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Trucks carrying grain wait to cross the Ukraine-Moldova border, on June 11.STRINGER/Reuters

Ukraine has long forged a reputation as the planet’s bread basket.

Before being invaded by Russia in February, it exported 4.5 million tonnes of agricultural produce through its ports each month, including 12 per cent of the world’s wheat, 15 per cent of its corn and 50 per cent of its sunflower oil. It’s capable of feeding 400 million people every year, not including its own population.

Not long ago, Ukraine exported up to six million tonnes of grain per month. Today, that figure is only 1.5 million.

The reason: Russia’s naval blockade of Black Sea ports makes it impossible for Ukraine to sell its agricultural products abroad. Meantime, vast swaths of farmland have either been taken over by Russian occupiers or been littered with mines, rendering the land useless. Ukrainian officials now estimate there are 25 million tonnes of grain stuck in storehouses. By September, it’s estimated that tens of millions of tonnes of grain will be entombed inside Ukraine and will likely rot.

“For people around the world, the war, together with the other crises, is threatening to unleash an unprecedented wave of hunger and destitution, leaving social and economic chaos in its wake,” says United Nations Secretary-General Antonio Guterres.

The UN estimates that the war could move nearly 50 million people in several countries across Africa, Asia and the Middle East into famine or famine-like conditions because of its horrific impact on supply and prices.

And this is all a very calculated act by Russian President Vladimir Putin.

Mr. Putin has weaponized food and is now blackmailing the world with it. He has said he would end the Black Sea blockade if the West drops its sanctions. Of course, even as he says this he knows it’s a non-starter. Dropping those sanctions would only help fill Russia’s financial coffers and allow it to move even more aggressively into Ukraine.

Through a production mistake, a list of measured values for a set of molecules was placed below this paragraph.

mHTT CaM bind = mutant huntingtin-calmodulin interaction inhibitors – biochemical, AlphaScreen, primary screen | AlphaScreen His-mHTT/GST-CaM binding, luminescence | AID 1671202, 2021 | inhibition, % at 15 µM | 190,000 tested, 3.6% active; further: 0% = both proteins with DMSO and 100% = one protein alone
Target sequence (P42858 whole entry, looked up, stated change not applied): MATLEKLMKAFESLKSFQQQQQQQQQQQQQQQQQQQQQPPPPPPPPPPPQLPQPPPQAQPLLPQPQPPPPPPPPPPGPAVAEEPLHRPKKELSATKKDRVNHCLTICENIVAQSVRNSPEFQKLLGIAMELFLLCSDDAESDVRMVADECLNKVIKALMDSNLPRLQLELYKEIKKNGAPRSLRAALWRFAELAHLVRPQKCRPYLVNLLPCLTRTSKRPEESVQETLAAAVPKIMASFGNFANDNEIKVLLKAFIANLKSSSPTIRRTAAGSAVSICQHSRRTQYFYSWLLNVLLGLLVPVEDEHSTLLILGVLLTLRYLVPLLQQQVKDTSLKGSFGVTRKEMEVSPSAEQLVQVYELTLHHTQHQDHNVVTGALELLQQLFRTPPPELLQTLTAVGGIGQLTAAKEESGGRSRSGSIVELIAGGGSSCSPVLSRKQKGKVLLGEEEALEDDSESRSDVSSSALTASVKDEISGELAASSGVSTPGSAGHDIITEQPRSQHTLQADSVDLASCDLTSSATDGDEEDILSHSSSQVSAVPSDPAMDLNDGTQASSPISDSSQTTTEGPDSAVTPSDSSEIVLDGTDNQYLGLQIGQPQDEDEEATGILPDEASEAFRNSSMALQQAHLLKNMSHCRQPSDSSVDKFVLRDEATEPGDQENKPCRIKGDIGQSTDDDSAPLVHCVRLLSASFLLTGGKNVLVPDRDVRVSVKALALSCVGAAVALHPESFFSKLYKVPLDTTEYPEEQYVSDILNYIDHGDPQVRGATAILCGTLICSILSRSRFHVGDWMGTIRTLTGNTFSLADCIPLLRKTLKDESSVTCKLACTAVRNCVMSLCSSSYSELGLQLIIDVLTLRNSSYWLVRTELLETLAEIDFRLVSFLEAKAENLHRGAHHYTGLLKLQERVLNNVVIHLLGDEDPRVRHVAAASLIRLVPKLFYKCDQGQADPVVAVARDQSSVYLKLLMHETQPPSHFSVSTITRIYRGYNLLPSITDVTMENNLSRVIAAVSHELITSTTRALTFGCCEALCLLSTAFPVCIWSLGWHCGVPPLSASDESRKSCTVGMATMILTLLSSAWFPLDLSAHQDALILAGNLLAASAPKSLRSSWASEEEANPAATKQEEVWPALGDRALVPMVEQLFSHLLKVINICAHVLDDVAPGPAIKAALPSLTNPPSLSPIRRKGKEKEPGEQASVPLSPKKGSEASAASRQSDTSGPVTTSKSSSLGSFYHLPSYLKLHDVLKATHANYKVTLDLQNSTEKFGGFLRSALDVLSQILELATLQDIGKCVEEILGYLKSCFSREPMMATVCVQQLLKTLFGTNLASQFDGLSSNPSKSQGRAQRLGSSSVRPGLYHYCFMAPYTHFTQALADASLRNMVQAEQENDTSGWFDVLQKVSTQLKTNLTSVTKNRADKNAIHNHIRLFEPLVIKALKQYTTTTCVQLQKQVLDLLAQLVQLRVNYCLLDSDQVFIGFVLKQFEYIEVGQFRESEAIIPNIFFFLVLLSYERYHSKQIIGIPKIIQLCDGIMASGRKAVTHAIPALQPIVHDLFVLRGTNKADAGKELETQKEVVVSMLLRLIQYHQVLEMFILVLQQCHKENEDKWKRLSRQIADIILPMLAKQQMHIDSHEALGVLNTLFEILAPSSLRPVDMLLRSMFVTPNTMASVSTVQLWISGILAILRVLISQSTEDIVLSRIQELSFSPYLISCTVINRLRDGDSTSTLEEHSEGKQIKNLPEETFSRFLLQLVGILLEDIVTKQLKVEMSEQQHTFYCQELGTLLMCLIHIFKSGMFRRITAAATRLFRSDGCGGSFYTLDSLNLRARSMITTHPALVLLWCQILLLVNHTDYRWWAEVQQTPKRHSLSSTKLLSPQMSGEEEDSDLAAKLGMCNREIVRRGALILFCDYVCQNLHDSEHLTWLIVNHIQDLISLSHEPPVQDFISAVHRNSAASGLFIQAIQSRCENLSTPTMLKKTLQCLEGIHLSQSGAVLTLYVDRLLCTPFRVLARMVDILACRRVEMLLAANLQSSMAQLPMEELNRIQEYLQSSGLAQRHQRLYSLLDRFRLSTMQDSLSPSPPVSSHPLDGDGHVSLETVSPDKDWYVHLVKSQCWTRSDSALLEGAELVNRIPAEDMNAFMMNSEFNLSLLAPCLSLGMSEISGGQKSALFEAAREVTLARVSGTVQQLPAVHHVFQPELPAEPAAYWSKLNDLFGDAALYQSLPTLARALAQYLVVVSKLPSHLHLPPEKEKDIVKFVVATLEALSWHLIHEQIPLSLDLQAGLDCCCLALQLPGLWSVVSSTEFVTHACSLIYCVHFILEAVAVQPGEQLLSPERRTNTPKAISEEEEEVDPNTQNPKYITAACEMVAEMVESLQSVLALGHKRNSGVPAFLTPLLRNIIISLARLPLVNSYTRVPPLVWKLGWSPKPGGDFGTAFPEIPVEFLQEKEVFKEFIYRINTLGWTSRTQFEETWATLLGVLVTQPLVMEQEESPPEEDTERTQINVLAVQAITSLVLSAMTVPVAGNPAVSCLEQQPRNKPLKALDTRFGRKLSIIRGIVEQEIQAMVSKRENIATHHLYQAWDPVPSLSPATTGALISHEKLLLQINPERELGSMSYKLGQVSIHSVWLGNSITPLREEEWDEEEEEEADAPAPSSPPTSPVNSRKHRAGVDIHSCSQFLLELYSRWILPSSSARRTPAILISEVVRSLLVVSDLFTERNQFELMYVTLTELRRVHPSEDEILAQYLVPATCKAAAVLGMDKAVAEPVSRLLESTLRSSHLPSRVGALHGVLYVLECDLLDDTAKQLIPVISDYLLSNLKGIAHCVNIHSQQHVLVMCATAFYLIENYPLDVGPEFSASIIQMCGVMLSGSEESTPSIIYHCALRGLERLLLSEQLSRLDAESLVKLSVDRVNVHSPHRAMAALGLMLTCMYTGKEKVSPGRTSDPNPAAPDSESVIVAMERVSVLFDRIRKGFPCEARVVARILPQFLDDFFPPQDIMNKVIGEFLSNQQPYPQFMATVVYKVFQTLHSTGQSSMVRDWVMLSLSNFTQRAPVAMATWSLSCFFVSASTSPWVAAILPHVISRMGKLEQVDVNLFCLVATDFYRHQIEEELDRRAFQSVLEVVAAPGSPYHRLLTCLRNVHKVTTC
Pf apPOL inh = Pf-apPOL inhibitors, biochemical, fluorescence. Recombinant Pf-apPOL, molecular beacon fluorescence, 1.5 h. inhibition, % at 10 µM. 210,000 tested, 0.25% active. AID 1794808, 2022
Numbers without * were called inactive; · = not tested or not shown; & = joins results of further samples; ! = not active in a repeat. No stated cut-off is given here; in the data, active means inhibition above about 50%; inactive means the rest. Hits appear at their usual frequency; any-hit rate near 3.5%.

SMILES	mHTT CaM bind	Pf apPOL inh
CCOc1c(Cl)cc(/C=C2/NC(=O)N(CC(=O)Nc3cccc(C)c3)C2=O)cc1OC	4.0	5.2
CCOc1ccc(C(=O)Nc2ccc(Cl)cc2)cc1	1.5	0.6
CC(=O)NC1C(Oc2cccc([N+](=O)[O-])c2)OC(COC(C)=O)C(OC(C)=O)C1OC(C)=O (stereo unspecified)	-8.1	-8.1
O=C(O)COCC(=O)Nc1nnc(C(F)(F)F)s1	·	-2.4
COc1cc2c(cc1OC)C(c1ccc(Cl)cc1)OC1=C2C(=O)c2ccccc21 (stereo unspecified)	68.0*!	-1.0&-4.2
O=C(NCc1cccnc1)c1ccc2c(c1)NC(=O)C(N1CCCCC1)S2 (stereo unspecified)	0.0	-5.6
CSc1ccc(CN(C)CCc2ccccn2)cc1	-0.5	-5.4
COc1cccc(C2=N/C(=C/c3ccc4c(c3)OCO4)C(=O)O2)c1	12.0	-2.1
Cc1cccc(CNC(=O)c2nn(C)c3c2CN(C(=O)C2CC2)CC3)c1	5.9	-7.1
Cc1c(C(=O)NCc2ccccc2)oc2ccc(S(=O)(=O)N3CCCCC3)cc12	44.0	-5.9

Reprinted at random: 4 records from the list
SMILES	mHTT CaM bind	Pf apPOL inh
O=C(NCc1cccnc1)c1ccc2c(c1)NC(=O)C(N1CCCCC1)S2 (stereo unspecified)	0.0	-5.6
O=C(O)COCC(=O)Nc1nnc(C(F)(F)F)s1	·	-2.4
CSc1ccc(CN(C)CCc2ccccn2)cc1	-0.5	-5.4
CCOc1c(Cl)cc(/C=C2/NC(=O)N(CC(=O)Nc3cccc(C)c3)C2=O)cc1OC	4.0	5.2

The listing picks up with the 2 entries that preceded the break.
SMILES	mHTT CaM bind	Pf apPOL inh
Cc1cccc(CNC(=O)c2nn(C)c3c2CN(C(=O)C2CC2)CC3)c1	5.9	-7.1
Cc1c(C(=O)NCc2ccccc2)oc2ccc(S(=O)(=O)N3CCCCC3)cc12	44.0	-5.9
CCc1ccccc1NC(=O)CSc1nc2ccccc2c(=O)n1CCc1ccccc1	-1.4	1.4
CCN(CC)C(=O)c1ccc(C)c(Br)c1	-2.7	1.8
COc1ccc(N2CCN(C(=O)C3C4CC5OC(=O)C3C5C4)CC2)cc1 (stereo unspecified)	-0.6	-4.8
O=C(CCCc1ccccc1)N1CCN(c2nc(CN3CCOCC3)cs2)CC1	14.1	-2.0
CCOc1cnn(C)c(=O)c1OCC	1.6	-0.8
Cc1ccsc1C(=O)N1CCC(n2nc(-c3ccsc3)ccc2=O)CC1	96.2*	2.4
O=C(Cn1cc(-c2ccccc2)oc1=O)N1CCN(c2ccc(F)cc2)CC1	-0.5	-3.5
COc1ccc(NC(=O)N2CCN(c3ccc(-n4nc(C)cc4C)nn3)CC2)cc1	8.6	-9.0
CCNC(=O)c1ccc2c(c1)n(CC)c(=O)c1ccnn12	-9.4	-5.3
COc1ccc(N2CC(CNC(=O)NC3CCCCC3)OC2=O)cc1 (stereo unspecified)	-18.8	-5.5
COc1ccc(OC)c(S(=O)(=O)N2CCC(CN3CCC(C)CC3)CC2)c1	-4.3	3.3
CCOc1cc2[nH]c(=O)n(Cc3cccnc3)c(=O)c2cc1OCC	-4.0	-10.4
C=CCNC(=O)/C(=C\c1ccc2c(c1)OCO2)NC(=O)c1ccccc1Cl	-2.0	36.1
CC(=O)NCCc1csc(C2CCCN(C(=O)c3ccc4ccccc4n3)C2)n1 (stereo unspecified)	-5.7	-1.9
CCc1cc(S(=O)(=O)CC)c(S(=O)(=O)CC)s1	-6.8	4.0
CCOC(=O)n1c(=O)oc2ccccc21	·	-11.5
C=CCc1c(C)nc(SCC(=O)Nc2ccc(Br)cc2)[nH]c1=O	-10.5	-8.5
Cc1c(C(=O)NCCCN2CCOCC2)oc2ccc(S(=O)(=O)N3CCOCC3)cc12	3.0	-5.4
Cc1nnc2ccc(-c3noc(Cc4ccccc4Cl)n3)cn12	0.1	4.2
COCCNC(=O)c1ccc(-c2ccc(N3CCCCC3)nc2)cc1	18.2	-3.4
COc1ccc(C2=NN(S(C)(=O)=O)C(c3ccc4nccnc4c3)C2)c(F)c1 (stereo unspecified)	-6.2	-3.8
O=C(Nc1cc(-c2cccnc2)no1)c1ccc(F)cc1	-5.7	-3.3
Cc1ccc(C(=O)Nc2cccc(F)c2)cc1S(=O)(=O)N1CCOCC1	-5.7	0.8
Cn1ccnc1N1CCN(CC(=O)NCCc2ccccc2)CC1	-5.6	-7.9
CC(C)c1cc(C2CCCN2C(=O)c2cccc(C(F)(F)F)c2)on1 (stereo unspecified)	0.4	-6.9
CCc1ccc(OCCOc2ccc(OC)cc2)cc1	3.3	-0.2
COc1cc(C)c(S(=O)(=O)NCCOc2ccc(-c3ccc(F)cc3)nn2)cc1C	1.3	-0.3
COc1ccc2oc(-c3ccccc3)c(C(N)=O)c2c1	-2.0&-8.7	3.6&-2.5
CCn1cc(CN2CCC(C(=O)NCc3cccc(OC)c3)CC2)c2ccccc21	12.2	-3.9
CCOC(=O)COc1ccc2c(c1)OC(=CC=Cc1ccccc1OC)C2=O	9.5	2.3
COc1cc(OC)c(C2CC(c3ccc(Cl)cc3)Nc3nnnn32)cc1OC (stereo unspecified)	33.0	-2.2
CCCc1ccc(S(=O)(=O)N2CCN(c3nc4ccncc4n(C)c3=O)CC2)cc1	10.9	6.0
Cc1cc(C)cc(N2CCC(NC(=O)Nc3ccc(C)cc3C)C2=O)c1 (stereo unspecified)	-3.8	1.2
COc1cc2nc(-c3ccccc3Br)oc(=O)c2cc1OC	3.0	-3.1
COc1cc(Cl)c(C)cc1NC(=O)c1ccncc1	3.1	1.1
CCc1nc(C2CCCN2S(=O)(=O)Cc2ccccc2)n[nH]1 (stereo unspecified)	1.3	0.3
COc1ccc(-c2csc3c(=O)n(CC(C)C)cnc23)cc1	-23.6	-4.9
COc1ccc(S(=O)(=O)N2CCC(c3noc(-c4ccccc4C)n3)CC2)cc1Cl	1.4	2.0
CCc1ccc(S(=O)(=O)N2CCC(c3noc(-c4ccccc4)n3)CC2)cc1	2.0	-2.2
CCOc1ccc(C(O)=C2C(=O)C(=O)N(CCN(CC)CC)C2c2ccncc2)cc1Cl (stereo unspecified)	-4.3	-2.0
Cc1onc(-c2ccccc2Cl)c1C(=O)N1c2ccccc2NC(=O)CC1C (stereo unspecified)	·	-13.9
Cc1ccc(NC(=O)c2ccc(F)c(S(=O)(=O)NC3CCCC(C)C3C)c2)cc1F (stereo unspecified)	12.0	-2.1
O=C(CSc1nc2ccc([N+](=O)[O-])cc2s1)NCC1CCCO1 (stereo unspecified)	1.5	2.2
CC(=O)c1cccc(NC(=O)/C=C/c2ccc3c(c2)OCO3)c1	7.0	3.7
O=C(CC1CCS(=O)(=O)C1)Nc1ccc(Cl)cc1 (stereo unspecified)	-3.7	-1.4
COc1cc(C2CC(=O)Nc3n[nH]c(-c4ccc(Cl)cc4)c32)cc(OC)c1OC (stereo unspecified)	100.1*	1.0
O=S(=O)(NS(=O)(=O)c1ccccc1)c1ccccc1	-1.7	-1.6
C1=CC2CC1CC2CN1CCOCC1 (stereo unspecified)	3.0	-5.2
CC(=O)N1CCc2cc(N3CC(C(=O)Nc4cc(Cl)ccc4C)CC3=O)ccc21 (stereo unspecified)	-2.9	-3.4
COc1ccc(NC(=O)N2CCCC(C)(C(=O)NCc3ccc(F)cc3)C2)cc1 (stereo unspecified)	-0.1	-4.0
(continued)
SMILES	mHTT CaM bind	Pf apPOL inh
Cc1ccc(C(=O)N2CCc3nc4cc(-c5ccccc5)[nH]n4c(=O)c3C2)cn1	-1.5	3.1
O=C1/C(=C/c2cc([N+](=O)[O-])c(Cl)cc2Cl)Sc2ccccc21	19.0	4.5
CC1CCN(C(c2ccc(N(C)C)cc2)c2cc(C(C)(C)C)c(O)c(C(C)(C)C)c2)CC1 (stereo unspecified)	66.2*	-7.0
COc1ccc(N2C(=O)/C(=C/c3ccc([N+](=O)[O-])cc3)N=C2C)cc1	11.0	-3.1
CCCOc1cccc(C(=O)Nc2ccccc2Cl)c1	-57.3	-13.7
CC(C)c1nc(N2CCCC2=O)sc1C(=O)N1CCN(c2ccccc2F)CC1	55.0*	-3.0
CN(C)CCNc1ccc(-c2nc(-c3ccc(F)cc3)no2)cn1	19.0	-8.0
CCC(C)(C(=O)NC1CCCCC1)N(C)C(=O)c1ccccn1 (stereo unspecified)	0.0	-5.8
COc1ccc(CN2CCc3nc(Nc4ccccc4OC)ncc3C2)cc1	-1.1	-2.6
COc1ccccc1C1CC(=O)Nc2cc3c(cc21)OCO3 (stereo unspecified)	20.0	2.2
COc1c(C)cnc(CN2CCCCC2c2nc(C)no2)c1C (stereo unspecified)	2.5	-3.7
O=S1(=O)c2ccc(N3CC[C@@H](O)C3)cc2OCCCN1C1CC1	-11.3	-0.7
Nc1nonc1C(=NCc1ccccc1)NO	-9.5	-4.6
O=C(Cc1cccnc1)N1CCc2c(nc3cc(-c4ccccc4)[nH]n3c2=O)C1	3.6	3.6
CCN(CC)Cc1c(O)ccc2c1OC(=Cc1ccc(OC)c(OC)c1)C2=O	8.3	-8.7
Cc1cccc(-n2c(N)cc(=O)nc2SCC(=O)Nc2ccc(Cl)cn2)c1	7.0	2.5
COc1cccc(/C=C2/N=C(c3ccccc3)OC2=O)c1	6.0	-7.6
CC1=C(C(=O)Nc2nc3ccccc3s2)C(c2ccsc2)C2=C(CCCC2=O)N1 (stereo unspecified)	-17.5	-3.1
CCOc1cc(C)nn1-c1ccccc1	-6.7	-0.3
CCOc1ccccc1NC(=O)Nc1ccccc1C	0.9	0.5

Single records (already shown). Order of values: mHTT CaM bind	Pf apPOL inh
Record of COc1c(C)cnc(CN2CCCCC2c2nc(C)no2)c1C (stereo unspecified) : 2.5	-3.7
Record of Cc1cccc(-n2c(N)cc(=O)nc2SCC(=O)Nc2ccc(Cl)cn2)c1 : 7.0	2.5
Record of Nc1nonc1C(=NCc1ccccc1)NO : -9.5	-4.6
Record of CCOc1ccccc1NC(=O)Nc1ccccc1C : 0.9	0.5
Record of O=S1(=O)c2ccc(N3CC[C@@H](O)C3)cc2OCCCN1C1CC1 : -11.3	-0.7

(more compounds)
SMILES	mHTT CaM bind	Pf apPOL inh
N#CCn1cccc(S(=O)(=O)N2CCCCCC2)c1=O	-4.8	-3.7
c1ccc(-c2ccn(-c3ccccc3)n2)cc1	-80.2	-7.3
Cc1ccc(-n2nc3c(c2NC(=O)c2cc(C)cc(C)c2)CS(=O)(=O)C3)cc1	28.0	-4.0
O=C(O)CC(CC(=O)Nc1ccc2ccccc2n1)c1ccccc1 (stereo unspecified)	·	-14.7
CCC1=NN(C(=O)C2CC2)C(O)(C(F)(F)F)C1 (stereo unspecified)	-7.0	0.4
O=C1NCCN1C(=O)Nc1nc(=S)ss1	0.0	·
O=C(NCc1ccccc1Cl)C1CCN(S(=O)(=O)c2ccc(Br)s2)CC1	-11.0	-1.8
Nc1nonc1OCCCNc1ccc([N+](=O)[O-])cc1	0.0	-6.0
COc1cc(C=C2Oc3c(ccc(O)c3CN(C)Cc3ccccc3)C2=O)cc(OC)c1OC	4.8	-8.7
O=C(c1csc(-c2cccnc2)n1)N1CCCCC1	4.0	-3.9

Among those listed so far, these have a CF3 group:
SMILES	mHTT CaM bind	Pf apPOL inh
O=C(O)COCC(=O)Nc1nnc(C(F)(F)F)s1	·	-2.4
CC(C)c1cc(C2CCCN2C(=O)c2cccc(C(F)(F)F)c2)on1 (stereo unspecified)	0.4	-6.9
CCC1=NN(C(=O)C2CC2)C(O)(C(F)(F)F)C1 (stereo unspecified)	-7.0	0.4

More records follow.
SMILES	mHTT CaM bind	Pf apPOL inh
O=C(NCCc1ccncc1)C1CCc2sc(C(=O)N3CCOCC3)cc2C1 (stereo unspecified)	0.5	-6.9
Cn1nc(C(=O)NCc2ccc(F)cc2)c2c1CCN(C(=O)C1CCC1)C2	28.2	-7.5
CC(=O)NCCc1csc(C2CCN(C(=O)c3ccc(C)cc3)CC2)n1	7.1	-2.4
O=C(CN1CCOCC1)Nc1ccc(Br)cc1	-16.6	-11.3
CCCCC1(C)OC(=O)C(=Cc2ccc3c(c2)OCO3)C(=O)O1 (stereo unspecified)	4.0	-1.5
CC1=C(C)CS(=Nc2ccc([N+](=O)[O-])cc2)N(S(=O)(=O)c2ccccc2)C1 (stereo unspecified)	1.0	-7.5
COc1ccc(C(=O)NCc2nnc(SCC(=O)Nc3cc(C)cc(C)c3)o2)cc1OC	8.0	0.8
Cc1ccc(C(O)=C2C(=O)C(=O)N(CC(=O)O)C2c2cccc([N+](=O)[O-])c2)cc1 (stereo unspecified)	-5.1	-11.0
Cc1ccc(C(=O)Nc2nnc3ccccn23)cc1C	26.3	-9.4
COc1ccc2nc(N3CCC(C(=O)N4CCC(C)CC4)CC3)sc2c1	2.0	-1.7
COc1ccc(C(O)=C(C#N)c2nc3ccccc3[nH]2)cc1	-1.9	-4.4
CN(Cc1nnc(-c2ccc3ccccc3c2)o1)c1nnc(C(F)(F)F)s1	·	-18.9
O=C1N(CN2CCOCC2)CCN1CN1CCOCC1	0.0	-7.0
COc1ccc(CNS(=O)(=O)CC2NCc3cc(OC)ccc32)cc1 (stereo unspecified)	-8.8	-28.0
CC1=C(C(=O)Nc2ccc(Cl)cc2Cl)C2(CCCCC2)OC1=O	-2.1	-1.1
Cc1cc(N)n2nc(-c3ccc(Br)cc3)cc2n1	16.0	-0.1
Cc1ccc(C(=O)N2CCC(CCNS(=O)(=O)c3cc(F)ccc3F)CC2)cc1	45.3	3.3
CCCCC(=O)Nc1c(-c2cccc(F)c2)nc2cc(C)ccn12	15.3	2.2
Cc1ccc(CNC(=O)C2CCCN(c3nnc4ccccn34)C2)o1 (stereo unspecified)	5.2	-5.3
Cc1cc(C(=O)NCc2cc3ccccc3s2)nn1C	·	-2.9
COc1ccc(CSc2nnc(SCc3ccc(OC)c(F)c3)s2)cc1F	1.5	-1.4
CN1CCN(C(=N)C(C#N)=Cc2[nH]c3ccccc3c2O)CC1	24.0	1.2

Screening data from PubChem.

Timothy Snyder, a history professor at Yale University, believes Mr. Putin is banking on food shortages to ignite riots in many countries. It could lead to an exodus of starving refugees in the direction of Europe, creating instability and chaos.

This will put even more pressure on the West to drop the sanctions and broker a ceasefire agreement in the name of world peace. At this point, Mr. Putin would likely take whatever territorial gains he’s made in Ukraine and call it a day.

It’s pure evil, but hardly original.

Soviet leader Joseph Stalin manufactured a famine in Ukraine in 1932, in an attempt, some believe, to stamp out a nascent independence movement. Upwards of five million Ukrainians starved to death in an event remembered today as Holodomor, or the Terror Famine. In Ukraine, it is considered a genocide. Adolf Hitler, meantime, had plans to redirect Ukrainian grain for the Soviet Union to Germany in the hopes of starving millions of Soviet citizens.

“[Today] Russia is planning to starve Asians and Africans in order to win its war in Europe,” Mr. Snyder wrote on Twitter recently. “This is a new level of colonialism and the latest chapter of hunger politics.”

Ukrainian farmers have shifted to moving their grain by rail and truck but the process is time consuming and cost prohibitive. NBC News reported recently a line of trucks 10 miles long trying to get into Poland. Fuel prices are also prohibitive and there is a fuel shortage to boot. In other words, there are few good options for Ukraine right now.

The European Union has been plotting possible workarounds to diminish the blockade’s impact. There are plans to establish “solidarity corridors” to help eliminate some of the logistical hurdles Ukrainian farmers currently face in getting their food to market.

The goal is to establish alternative routes to EU seaports, which would help get Ukrainian products farther, faster. However, some aren’t exactly brimming with confidence over the plan. “Whether they get it out is anybody’s guess,” U.S. Secretary of Agriculture Tom Vilsack told reporters at a G7 meeting.

The surest way of ending the Russian blockade is to get rid of it. It would take a massive commitment of the proper weaponry to establish a humanitarian route to Ukrainian Black Sea ports so commercial vessels could get in and out.

However, if NATO had to get involved to make this happen, it would risk escalating and broadening the war.

As the strangulation of Ukraine’s food exports begins to affect some of the world’s most vulnerable countries, this story will only get bigger and uglier and scarier. It could soon become the biggest story of the war.

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